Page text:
When Geoffrey O’Connor launches a solo album, one that is called ‘elaborate and personal’, you better sit up and take notice. Vanity Is Forever, brand new, is now available through Chapter Music. You should listen to it. Or really, you should have been at the Northcote Social Club on Friday night.

He’s traveled the world with his highly respected bands Crayon Fields and Sly Hats, played alongside Fleet Foxes and Jens Lekman, and at iconic events like SXSW and CMJ Showcase. What else is there to do but to release a dreamy, vaguely provocative album, awash in lasers and smoke machines? Pretty impressive stuff.

Evelyn Ida Morris (of Pikelet, another Chapter Music gem) opened the night with her ethereal brand of subtle electronic music, a sort of hybrid between a non-operatic Zola Jesus and psychedelic pink mushroom clouds. Paired with some stellar visual art, this was a perfect way to start the night. She was followed by Forces, who have completely mastered the ‘80s industrial techno/video game soundtrack sound, radical dance moves, and white hexagonal drum pads. An awesome sight. Next up were Super Wild Horses, who were achingly cool, playing their guitars and drums the way girls should. With confidence and modesty, and there were probably a few girls in the crowd dying in awe.

After a very intense build-up, those velvet curtains parted to reveal a revolving laser, something Crayon Fields/Sly Hats fans probably weren’t expecting, but as soon as the first song, ‘Proud’ played, you knew it suited it perfectly. This isn’t Crayon Fields. This isn’t Sly Hats. This isn’t something that’s part of a trend or a movement. It’s probably something that’s been playing on Geoffrey O’Connor’s mind for a little while, and he made it into something different and beautiful.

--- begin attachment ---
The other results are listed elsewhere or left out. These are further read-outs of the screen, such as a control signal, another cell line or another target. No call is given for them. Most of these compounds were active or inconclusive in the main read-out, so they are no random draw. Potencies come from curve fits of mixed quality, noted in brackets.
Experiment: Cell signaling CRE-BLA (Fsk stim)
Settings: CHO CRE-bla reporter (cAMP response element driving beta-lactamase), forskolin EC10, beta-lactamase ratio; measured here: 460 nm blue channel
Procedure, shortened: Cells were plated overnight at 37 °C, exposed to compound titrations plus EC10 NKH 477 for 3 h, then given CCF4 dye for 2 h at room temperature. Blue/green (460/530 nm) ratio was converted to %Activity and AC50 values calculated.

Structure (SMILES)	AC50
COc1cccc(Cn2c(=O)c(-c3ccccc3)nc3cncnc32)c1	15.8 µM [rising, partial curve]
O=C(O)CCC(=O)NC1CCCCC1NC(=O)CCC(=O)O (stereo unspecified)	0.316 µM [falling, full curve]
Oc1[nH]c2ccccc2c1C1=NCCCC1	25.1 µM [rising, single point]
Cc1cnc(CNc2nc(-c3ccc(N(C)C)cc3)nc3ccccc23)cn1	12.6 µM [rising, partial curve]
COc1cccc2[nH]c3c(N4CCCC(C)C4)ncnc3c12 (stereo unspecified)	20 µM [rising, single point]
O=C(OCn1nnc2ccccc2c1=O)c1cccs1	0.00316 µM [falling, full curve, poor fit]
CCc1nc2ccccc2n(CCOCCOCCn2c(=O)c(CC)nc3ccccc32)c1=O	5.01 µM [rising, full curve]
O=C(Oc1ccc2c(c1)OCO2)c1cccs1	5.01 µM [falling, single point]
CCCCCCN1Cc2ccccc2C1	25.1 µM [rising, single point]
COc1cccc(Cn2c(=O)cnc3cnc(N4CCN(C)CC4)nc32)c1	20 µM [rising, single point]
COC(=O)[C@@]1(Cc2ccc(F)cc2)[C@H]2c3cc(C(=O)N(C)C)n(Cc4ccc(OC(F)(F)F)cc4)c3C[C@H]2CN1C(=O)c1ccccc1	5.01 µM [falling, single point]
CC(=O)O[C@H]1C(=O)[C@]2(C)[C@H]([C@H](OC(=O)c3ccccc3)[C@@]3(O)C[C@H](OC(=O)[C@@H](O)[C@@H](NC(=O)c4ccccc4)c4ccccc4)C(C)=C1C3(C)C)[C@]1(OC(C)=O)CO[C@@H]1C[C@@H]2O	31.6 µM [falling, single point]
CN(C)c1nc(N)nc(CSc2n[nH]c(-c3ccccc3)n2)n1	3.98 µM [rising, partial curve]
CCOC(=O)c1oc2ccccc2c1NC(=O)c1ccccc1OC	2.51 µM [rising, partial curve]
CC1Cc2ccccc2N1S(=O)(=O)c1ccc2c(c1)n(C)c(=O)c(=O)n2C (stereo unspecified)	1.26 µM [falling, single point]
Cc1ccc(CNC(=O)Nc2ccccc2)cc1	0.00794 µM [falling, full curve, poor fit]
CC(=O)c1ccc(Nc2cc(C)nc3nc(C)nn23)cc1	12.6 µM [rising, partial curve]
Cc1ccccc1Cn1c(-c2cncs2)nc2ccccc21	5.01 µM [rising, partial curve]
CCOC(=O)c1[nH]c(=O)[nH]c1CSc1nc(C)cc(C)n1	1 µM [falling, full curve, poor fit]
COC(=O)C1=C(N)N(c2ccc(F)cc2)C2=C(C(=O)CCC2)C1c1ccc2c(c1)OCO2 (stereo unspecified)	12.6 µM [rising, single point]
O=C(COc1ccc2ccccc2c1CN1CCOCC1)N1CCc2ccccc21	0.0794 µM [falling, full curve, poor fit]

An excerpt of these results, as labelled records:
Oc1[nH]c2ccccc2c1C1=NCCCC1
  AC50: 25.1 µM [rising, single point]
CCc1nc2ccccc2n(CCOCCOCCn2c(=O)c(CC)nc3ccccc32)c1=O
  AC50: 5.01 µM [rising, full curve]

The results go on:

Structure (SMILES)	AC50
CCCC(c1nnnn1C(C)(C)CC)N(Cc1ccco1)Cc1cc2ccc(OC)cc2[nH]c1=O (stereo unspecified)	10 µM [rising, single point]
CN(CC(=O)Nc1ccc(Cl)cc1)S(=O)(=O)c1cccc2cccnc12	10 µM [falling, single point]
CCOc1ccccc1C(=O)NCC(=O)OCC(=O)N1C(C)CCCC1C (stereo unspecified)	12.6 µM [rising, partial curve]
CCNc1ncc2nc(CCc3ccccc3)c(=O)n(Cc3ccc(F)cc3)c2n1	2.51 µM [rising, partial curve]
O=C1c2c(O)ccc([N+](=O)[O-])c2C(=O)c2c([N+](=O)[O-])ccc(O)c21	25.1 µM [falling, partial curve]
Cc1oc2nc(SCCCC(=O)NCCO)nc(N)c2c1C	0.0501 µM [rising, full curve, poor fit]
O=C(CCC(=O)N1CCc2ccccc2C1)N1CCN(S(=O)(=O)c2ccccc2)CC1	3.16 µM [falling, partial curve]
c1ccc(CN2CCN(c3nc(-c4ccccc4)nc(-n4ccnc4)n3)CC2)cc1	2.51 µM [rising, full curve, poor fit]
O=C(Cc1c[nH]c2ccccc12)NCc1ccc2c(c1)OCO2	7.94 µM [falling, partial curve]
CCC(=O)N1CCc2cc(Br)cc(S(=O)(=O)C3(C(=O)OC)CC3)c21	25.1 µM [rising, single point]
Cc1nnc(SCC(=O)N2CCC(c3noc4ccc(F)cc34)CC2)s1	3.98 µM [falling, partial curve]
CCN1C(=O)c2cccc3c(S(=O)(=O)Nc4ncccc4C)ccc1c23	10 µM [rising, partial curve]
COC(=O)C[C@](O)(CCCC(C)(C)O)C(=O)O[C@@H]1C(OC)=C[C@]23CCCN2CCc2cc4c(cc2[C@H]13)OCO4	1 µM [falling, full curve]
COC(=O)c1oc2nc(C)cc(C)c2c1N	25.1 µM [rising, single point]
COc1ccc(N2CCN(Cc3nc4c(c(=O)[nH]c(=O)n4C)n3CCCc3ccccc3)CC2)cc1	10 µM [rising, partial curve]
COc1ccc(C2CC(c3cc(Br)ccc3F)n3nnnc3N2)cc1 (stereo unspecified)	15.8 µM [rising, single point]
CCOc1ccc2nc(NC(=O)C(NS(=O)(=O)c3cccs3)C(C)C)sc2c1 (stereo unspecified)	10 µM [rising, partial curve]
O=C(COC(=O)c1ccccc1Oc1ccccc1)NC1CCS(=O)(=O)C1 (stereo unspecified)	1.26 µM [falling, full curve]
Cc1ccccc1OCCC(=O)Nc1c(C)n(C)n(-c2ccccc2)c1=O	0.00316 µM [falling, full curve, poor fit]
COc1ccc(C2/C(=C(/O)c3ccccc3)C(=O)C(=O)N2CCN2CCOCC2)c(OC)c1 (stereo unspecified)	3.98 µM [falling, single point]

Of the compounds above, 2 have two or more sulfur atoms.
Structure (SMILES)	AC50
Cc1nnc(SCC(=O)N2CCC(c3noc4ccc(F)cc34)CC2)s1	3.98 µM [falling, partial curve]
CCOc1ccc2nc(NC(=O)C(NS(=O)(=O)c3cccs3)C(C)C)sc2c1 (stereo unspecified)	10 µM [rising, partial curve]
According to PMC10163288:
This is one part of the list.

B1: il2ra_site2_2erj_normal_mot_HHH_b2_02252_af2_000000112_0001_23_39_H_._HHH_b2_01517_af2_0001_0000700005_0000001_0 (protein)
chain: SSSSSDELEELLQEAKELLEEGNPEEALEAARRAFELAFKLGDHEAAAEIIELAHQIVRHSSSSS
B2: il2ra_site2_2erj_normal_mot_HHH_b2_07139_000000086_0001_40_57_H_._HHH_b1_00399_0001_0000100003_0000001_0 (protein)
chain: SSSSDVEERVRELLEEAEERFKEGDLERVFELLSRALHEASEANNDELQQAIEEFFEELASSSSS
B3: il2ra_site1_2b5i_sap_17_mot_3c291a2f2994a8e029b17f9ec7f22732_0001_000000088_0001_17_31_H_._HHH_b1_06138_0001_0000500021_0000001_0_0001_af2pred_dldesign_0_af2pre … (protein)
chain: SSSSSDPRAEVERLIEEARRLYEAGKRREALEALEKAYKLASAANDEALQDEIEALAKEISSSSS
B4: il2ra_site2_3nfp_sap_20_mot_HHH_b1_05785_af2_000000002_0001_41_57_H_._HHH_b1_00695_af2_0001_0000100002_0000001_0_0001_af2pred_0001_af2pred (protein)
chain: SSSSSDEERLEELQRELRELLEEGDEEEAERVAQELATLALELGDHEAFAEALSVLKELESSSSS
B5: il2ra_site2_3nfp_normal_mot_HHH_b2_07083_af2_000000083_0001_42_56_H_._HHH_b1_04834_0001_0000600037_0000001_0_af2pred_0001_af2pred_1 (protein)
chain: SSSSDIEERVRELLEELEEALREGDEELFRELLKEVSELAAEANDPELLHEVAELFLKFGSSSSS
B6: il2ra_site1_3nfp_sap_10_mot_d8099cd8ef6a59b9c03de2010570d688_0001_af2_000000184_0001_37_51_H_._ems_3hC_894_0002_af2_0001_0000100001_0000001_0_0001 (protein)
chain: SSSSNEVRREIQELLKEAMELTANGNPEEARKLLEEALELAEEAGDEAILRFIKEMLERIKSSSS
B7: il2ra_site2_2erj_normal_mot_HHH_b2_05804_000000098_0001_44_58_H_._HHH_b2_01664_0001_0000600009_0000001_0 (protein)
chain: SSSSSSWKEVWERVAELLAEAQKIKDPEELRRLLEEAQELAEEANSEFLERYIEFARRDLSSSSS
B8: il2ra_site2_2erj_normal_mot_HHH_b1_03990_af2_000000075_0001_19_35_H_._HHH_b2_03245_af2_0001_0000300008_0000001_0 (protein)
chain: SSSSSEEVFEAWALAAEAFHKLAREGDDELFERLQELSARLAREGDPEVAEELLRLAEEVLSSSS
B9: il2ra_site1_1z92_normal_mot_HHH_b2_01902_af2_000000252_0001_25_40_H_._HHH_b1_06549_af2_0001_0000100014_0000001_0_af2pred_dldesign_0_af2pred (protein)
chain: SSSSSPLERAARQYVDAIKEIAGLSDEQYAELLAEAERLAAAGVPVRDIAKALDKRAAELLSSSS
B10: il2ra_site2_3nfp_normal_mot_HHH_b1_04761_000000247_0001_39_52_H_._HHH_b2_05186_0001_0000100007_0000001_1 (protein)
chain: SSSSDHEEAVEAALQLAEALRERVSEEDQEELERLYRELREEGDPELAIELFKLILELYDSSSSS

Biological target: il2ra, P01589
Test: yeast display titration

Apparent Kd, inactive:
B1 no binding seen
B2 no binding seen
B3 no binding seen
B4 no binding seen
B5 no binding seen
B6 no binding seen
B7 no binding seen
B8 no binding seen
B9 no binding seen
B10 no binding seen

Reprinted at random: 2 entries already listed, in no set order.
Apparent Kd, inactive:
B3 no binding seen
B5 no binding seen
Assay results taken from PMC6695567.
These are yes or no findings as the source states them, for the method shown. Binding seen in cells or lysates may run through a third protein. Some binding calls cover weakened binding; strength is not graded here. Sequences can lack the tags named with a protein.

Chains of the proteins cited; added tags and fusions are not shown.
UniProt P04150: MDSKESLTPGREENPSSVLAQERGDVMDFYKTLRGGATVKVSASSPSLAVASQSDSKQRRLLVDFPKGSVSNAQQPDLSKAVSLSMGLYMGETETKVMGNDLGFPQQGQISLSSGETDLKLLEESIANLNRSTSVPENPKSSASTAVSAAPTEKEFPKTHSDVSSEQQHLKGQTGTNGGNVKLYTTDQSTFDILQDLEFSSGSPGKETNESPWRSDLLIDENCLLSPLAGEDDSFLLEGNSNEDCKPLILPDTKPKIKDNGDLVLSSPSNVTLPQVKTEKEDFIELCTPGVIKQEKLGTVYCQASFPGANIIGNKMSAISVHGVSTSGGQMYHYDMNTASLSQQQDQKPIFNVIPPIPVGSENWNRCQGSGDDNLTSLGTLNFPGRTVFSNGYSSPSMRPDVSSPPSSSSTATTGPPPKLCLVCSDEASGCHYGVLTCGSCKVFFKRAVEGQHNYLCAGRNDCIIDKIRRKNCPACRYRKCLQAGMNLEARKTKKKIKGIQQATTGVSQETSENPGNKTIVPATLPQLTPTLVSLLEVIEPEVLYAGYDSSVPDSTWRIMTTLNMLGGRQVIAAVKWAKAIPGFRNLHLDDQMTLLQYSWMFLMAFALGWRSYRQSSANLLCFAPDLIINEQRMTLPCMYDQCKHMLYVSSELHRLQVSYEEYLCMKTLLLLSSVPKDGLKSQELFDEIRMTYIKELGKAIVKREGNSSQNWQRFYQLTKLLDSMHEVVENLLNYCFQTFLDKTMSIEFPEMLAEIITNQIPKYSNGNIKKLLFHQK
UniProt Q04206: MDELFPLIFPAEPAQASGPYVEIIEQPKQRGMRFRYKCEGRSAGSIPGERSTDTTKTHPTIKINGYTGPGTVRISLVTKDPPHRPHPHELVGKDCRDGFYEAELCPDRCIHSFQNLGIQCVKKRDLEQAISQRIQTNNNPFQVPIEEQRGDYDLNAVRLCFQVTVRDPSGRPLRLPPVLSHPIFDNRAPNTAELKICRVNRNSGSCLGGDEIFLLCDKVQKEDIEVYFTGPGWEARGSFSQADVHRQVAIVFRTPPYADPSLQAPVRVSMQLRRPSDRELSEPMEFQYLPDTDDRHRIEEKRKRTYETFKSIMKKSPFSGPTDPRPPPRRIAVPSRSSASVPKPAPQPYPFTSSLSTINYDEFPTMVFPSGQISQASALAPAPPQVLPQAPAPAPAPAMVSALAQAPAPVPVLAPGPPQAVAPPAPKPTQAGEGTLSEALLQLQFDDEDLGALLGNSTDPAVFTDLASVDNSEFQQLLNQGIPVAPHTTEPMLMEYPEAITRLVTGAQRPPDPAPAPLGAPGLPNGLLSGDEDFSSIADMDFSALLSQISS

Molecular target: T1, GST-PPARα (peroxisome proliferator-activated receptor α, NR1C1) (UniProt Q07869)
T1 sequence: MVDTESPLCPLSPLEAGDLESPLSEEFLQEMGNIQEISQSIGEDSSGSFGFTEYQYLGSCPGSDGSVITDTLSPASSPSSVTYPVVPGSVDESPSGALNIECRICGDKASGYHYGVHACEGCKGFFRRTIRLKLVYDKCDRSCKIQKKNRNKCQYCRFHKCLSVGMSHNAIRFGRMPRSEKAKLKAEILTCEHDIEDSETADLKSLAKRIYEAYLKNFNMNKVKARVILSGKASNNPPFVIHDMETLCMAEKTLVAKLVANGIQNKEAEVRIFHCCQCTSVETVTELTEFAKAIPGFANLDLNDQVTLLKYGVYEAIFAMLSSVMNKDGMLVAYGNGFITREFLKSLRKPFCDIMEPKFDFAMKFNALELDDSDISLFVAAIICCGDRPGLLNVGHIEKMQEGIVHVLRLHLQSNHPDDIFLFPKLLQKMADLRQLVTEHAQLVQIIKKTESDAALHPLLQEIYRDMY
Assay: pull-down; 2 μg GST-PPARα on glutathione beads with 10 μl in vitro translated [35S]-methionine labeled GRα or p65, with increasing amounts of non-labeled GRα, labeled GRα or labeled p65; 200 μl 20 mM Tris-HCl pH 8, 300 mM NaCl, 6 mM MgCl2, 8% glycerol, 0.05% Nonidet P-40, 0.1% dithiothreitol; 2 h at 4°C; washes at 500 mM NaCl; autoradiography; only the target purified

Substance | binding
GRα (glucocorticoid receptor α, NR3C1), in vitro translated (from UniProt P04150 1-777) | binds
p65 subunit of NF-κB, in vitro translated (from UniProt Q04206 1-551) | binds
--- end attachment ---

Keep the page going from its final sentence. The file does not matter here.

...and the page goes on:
On stage with Esther Edqvist from Northlands, and Bjenny Montero, it was seamless performance. With Geoffrey moving into the corner and various edges of the venue, unleashing his dry wit on to the crowd, and dedicating songs to various friends, it made for a very personal show. You can’t help but feel involved. Before they played ‘Things I Shouldn’t Do’, they gathered around the keyboard discussing why Montero actually didn’t want to play it, and would take charge of the smoke machines instead.

And that was cool, that’s what happens at a Geoffrey O’Connor show. It’s endearing and kind of hilarious. And when he encored with ‘Expensive’, it was stunning. This album will do very well. Every single track is impeccably put together, while remaining effortless and innocent.

– Zahra Khamissa